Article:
Mathematics underpins many of our scientific and technological advances. It allows us to model and analyze phenomena within the physical universe and, more recently, aids us in the creation and understanding of the digital world. At the heart of mathematics are three key pillars: algebra, analysis, and geometry. Together with their many fascinating interrelations, they provide the basic foundations and tools for a large landscape of important subbranches of mathematics. Generally speaking we can say that

*Algebra*studies discrete structures and their relations. It includes for example the study of groups, rings, and graphs. These abstract concepts are key in modelling concrete problems in a conceptual framework.*Analysis*deals with the continuous, and models this by means of the tools of calculus, such as limits and derivatives, as well as more abstract theories such as topology or measure theory. This field is perfectly suited for studying the behavior of natural signals and systems, such as vision or audio and dynamics governed by (partial) differential equations.*Geometry*is, in its simplest form, the study of shape and position of structures such as points, lines and surfaces defined on finite or infinite sets. More recent breakthroughs in mathematics have completely transformed our concept of space, leading to many novel insights and forms of geometry with which physical theories can then be built to understand the universe around us.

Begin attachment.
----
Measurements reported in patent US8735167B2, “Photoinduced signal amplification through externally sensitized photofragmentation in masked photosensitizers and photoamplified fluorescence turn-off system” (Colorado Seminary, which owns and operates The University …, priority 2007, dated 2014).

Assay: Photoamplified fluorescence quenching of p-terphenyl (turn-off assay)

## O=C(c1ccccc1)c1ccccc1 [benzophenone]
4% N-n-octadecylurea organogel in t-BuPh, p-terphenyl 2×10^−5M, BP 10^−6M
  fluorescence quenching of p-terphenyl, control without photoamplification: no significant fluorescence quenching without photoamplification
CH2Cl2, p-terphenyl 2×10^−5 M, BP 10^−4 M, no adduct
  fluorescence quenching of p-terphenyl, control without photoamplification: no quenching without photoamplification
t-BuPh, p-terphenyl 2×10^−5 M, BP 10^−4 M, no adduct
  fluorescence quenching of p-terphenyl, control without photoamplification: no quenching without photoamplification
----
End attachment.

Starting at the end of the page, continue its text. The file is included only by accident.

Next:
To solve problems in the mathematical, physical or digital world, we often create toy models and examples, or collect data to gain insights into the underlying patterns and relationships. Because of the recent advances in hardware, we can now leverage mathematical modelling with data science, using techniques such as deep learning, natural language processing, automated theorem provers and physical (e.g. quantum) computing, to make powerful models and predictions.

More information about our member's research areas.

**Head of the Large Research Group: **Prof. Dr. Ann Dooms